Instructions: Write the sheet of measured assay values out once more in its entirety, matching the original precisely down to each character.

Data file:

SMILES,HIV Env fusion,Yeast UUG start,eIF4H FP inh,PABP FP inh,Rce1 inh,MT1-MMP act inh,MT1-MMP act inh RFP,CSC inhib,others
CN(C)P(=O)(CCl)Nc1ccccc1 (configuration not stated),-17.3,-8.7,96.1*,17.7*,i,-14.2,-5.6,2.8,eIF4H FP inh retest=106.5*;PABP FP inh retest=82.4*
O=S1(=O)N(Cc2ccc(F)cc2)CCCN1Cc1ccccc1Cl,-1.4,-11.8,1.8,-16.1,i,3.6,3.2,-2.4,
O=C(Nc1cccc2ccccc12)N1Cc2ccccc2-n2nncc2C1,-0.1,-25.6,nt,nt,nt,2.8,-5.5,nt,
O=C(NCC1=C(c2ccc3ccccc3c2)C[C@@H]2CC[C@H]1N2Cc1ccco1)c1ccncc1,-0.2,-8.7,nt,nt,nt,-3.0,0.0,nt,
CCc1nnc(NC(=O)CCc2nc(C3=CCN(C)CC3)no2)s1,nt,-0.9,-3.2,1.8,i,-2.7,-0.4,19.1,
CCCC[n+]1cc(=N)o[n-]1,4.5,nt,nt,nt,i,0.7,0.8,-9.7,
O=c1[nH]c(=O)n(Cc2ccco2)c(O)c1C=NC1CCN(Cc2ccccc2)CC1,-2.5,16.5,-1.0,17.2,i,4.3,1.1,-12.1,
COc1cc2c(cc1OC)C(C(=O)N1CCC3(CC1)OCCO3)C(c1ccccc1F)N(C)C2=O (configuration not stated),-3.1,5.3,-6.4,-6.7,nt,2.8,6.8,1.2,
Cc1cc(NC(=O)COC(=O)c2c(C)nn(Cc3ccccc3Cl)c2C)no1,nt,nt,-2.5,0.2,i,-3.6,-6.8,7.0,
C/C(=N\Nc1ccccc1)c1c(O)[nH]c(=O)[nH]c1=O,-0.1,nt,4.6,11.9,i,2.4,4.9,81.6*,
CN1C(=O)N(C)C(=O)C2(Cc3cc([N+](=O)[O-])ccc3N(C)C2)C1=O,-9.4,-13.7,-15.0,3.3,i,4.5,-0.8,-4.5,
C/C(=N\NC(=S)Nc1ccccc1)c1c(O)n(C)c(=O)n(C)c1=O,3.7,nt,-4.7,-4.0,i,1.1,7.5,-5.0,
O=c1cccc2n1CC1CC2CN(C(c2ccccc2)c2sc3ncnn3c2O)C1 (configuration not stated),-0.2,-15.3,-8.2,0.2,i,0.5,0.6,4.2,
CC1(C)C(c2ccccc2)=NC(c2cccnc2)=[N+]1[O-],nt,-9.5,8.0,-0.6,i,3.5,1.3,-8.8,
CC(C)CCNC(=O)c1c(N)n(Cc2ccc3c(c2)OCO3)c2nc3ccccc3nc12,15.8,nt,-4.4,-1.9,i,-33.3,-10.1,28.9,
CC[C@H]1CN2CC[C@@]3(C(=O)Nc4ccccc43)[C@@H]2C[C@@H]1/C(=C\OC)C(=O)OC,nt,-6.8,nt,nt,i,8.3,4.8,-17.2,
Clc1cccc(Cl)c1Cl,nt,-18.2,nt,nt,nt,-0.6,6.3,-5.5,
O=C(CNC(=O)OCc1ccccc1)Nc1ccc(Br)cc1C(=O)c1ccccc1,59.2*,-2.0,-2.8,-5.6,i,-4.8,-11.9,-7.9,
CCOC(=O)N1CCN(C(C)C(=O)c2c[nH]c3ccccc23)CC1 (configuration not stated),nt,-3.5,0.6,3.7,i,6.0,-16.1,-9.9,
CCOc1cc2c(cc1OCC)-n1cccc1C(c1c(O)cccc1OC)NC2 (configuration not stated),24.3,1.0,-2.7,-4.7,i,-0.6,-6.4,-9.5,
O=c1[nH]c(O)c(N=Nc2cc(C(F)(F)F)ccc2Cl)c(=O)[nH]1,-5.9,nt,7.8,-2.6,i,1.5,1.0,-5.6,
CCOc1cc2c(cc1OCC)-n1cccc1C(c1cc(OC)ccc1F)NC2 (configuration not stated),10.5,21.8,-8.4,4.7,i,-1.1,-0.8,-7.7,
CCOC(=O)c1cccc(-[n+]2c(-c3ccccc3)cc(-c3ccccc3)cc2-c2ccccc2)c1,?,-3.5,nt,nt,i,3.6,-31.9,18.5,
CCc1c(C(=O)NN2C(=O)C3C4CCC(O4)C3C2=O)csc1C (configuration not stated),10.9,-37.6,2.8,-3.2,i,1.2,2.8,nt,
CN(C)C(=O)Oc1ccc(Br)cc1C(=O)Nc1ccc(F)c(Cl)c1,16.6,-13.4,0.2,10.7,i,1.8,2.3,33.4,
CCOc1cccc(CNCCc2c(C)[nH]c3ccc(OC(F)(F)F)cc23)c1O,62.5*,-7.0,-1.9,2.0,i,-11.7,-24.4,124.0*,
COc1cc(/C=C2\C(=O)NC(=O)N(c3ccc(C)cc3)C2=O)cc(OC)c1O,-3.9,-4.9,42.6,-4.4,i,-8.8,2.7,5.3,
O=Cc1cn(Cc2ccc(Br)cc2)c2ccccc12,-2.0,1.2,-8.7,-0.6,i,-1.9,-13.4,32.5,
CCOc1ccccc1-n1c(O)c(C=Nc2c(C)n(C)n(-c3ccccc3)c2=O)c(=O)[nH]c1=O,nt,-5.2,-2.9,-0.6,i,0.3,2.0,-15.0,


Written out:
SMILES,HIV Env fusion,Yeast UUG start,eIF4H FP inh,PABP FP inh,Rce1 inh,MT1-MMP act inh,MT1-MMP act inh RFP,CSC inhib,others
CN(C)P(=O)(CCl)Nc1ccccc1 (configuration not stated),-17.3,-8.7,96.1*,17.7*,i,-14.2,-5.6,2.8,eIF4H FP inh retest=106.5*;PABP FP inh retest=82.4*
O=S1(=O)N(Cc2ccc(F)cc2)CCCN1Cc1ccccc1Cl,-1.4,-11.8,1.8,-16.1,i,3.6,3.2,-2.4,
O=C(Nc1cccc2ccccc12)N1Cc2ccccc2-n2nncc2C1,-0.1,-25.6,nt,nt,nt,2.8,-5.5,nt,
O=C(NCC1=C(c2ccc3ccccc3c2)C[C@@H]2CC[C@H]1N2Cc1ccco1)c1ccncc1,-0.2,-8.7,nt,nt,nt,-3.0,0.0,nt,
CCc1nnc(NC(=O)CCc2nc(C3=CCN(C)CC3)no2)s1,nt,-0.9,-3.2,1.8,i,-2.7,-0.4,19.1,
CCCC[n+]1cc(=N)o[n-]1,4.5,nt,nt,nt,i,0.7,0.8,-9.7,
O=c1[nH]c(=O)n(Cc2ccco2)c(O)c1C=NC1CCN(Cc2ccccc2)CC1,-2.5,16.5,-1.0,17.2,i,4.3,1.1,-12.1,
COc1cc2c(cc1OC)C(C(=O)N1CCC3(CC1)OCCO3)C(c1ccccc1F)N(C)C2=O (configuration not stated),-3.1,5.3,-6.4,-6.7,nt,2.8,6.8,1.2,
Cc1cc(NC(=O)COC(=O)c2c(C)nn(Cc3ccccc3Cl)c2C)no1,nt,nt,-2.5,0.2,i,-3.6,-6.8,7.0,
C/C(=N\Nc1ccccc1)c1c(O)[nH]c(=O)[nH]c1=O,-0.1,nt,4.6,11.9,i,2.4,4.9,81.6*,
CN1C(=O)N(C)C(=O)C2(Cc3cc([N+](=O)[O-])ccc3N(C)C2)C1=O,-9.4,-13.7,-15.0,3.3,i,4.5,-0.8,-4.5,
C/C(=N\NC(=S)Nc1ccccc1)c1c(O)n(C)c(=O)n(C)c1=O,3.7,nt,-4.7,-4.0,i,1.1,7.5,-5.0,
O=c1cccc2n1CC1CC2CN(C(c2ccccc2)c2sc3ncnn3c2O)C1 (configuration not stated),-0.2,-15.3,-8.2,0.2,i,0.5,0.6,4.2,
CC1(C)C(c2ccccc2)=NC(c2cccnc2)=[N+]1[O-],nt,-9.5,8.0,-0.6,i,3.5,1.3,-8.8,
CC(C)CCNC(=O)c1c(N)n(Cc2ccc3c(c2)OCO3)c2nc3ccccc3nc12,15.8,nt,-4.4,-1.9,i,-33.3,-10.1,28.9,
CC[C@H]1CN2CC[C@@]3(C(=O)Nc4ccccc43)[C@@H]2C[C@@H]1/C(=C\OC)C(=O)OC,nt,-6.8,nt,nt,i,8.3,4.8,-17.2,
Clc1cccc(Cl)c1Cl,nt,-18.2,nt,nt,nt,-0.6,6.3,-5.5,
O=C(CNC(=O)OCc1ccccc1)Nc1ccc(Br)cc1C(=O)c1ccccc1,59.2*,-2.0,-2.8,-5.6,i,-4.8,-11.9,-7.9,
CCOC(=O)N1CCN(C(C)C(=O)c2c[nH]c3ccccc23)CC1 (configuration not stated),nt,-3.5,0.6,3.7,i,6.0,-16.1,-9.9,
CCOc1cc2c(cc1OCC)-n1cccc1C(c1c(O)cccc1OC)NC2 (configuration not stated),24.3,1.0,-2.7,-4.7,i,-0.6,-6.4,-9.5,
O=c1[nH]c(O)c(N=Nc2cc(C(F)(F)F)ccc2Cl)c(=O)[nH]1,-5.9,nt,7.8,-2.6,i,1.5,1.0,-5.6,
CCOc1cc2c(cc1OCC)-n1cccc1C(c1cc(OC)ccc1F)NC2 (configuration not stated),10.5,21.8,-8.4,4.7,i,-1.1,-0.8,-7.7,
CCOC(=O)c1cccc(-[n+]2c(-c3ccccc3)cc(-c3ccccc3)cc2-c2ccccc2)c1,?,-3.5,nt,nt,i,3.6,-31.9,18.5,
CCc1c(C(=O)NN2C(=O)C3C4CCC(O4)C3C2=O)csc1C (configuration not stated),10.9,-37.6,2.8,-3.2,i,1.2,2.8,nt,
CN(C)C(=O)Oc1ccc(Br)cc1C(=O)Nc1ccc(F)c(Cl)c1,16.6,-13.4,0.2,10.7,i,1.8,2.3,33.4,
CCOc1cccc(CNCCc2c(C)[nH]c3ccc(OC(F)(F)F)cc23)c1O,62.5*,-7.0,-1.9,2.0,i,-11.7,-24.4,124.0*,
COc1cc(/C=C2\C(=O)NC(=O)N(c3ccc(C)cc3)C2=O)cc(OC)c1O,-3.9,-4.9,42.6,-4.4,i,-8.8,2.7,5.3,
O=Cc1cn(Cc2ccc(Br)cc2)c2ccccc12,-2.0,1.2,-8.7,-0.6,i,-1.9,-13.4,32.5,
CCOc1ccccc1-n1c(O)c(C=Nc2c(C)n(C)n(-c3ccccc3)c2=O)c(=O)[nH]c1=O,nt,-5.2,-2.9,-0.6,i,0.3,2.0,-15.0,